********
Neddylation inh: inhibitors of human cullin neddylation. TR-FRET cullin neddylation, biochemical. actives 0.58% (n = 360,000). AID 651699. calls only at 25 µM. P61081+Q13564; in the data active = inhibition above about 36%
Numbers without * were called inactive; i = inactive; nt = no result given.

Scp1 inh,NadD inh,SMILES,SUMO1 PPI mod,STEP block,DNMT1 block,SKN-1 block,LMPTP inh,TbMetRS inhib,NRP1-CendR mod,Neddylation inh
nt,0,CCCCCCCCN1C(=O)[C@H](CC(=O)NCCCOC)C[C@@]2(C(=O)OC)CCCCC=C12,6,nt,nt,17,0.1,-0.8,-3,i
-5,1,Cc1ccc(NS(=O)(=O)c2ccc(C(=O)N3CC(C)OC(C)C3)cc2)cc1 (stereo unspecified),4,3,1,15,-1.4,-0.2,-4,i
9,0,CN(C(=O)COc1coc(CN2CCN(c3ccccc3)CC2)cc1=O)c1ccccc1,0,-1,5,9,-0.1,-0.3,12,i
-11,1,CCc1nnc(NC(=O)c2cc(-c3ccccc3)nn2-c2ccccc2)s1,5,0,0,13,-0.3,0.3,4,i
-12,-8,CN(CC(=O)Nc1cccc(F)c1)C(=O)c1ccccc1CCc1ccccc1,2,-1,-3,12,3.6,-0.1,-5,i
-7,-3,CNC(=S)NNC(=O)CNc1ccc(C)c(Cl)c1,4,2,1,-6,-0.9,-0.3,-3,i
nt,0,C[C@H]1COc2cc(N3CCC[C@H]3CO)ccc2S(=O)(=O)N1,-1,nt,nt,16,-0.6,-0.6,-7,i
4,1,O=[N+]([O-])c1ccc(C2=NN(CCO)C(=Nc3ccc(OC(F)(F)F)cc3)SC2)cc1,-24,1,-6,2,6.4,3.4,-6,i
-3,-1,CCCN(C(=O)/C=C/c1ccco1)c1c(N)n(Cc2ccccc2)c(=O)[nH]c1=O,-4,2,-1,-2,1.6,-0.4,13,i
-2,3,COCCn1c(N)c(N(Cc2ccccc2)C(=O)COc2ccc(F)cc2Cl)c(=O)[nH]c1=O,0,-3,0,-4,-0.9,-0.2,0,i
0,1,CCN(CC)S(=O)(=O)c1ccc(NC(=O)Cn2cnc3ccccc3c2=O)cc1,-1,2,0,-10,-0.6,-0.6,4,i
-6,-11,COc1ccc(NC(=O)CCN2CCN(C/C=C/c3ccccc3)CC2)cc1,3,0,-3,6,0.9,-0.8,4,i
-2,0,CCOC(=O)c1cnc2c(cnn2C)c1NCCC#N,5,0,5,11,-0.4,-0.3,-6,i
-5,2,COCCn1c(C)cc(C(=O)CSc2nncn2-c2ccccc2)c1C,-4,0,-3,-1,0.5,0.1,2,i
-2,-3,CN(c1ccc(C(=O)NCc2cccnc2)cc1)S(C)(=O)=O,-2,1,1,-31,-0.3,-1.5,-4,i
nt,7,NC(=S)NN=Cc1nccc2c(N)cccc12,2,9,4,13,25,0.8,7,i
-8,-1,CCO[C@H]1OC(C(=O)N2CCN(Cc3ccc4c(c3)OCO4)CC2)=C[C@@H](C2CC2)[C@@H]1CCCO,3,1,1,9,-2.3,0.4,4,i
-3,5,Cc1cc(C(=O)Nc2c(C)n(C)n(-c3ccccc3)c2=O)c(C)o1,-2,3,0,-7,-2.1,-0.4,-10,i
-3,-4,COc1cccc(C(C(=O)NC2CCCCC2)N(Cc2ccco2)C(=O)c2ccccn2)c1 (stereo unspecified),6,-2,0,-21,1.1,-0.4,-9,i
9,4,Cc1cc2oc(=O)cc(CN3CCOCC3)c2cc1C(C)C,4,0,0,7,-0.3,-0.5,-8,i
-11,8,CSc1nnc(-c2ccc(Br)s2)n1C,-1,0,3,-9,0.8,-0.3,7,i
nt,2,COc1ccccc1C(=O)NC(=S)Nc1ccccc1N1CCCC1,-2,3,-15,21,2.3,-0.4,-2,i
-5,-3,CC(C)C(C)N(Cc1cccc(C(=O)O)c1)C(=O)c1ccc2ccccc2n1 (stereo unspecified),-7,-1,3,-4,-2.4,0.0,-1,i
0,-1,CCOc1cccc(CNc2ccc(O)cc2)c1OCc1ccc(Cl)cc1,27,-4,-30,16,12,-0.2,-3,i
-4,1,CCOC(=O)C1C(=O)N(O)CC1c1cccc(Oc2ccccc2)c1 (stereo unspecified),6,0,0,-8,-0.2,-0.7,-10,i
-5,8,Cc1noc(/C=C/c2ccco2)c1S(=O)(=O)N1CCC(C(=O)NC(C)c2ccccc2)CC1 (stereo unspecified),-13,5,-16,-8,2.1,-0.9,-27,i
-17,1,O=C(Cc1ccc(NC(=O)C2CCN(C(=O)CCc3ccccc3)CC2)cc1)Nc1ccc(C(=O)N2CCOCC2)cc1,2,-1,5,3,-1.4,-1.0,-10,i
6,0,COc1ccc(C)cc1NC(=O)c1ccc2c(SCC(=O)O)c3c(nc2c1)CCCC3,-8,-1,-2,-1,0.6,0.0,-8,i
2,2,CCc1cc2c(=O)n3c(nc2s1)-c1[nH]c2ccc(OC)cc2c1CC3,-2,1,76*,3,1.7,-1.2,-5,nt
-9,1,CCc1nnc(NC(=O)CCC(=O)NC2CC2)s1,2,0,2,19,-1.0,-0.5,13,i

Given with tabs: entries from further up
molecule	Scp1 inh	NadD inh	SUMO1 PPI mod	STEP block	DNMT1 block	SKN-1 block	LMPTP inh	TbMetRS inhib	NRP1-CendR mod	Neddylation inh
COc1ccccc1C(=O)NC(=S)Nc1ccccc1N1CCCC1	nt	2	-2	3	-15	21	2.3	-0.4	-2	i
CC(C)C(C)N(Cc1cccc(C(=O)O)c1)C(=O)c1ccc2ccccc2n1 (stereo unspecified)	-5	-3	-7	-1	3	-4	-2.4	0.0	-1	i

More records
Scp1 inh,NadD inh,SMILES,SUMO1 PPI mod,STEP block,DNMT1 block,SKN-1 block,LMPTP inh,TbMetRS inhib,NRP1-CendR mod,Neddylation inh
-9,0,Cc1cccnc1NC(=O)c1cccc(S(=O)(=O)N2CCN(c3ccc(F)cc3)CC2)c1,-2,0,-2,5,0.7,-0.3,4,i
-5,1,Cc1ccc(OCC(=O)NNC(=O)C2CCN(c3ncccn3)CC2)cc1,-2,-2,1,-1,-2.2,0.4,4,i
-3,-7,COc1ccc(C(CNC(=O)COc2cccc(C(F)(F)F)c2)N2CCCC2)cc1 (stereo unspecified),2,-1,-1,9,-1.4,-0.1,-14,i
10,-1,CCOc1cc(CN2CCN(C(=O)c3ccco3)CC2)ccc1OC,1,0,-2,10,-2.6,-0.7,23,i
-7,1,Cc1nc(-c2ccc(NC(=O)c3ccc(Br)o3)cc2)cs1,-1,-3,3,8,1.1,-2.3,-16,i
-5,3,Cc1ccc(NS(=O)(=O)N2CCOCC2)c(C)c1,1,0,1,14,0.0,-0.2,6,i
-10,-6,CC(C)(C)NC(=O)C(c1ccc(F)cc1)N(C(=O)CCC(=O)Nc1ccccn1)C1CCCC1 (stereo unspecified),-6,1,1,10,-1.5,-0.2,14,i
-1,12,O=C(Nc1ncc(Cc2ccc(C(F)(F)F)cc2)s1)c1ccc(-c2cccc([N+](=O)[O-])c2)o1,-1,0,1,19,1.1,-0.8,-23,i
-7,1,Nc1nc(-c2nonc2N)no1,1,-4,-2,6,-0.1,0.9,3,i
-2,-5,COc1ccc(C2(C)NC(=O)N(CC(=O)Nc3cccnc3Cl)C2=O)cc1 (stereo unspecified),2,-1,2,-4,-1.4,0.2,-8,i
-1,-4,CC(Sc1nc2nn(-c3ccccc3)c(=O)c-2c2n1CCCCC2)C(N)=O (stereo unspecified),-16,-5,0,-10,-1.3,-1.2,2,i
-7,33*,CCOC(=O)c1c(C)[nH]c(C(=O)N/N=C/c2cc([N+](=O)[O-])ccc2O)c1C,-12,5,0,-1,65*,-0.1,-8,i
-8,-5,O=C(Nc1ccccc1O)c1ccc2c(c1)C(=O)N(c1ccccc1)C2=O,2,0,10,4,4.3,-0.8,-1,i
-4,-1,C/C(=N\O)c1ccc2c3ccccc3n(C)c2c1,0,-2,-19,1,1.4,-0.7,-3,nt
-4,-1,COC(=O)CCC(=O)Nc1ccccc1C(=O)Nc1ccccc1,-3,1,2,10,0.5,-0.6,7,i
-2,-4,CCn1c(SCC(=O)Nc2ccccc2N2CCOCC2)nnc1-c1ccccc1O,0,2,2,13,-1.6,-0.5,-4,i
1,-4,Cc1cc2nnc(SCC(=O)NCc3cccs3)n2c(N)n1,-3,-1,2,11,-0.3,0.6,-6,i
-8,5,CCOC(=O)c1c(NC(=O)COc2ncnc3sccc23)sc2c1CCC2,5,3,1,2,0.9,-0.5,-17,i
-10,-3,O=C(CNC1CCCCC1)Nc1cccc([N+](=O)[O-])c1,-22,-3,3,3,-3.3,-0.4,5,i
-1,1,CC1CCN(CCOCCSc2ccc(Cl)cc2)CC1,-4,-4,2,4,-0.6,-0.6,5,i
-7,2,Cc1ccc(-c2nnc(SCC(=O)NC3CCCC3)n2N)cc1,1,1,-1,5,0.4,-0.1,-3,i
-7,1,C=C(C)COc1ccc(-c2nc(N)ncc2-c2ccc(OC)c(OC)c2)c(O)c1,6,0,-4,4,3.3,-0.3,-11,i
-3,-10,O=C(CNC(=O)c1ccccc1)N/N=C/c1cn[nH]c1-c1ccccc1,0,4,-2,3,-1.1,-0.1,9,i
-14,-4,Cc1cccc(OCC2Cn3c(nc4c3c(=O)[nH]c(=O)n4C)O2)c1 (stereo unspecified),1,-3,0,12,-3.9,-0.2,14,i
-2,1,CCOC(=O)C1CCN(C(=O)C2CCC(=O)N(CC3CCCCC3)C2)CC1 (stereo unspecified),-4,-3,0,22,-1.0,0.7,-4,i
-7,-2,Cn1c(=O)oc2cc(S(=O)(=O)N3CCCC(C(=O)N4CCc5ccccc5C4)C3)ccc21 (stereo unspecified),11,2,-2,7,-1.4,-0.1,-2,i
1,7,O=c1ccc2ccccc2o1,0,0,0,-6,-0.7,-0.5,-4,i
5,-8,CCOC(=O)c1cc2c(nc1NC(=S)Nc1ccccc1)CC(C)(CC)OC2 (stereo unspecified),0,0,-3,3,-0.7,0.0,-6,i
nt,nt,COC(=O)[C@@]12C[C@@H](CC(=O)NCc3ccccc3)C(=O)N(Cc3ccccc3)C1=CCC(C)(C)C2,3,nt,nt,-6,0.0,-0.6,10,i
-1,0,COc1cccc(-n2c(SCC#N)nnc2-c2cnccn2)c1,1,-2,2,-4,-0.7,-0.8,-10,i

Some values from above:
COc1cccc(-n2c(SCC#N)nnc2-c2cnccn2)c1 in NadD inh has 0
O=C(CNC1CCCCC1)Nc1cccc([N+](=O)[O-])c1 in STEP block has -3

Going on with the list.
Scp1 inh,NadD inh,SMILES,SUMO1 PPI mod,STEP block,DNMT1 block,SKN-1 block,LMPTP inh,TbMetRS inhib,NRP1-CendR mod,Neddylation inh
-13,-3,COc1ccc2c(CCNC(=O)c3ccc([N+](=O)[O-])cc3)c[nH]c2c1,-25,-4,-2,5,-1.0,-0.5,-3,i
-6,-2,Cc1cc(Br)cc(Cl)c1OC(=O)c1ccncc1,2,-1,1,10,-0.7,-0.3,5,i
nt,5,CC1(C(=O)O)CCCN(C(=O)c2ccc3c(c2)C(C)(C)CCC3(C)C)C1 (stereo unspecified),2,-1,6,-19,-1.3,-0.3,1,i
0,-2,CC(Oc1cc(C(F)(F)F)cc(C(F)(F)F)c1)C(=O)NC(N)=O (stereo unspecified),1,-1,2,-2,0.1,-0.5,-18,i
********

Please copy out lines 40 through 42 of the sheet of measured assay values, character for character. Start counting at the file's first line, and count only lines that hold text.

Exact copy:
-9,0,Cc1cccnc1NC(=O)c1cccc(S(=O)(=O)N2CCN(c3ccc(F)cc3)CC2)c1,-2,0,-2,5,0.7,-0.3,4,i
-5,1,Cc1ccc(OCC(=O)NNC(=O)C2CCN(c3ncccn3)CC2)cc1,-2,-2,1,-1,-2.2,0.4,4,i
-3,-7,COc1ccc(C(CNC(=O)COc2cccc(C(F)(F)F)c2)N2CCCC2)cc1 (stereo unspecified),2,-1,-1,9,-1.4,-0.1,-14,i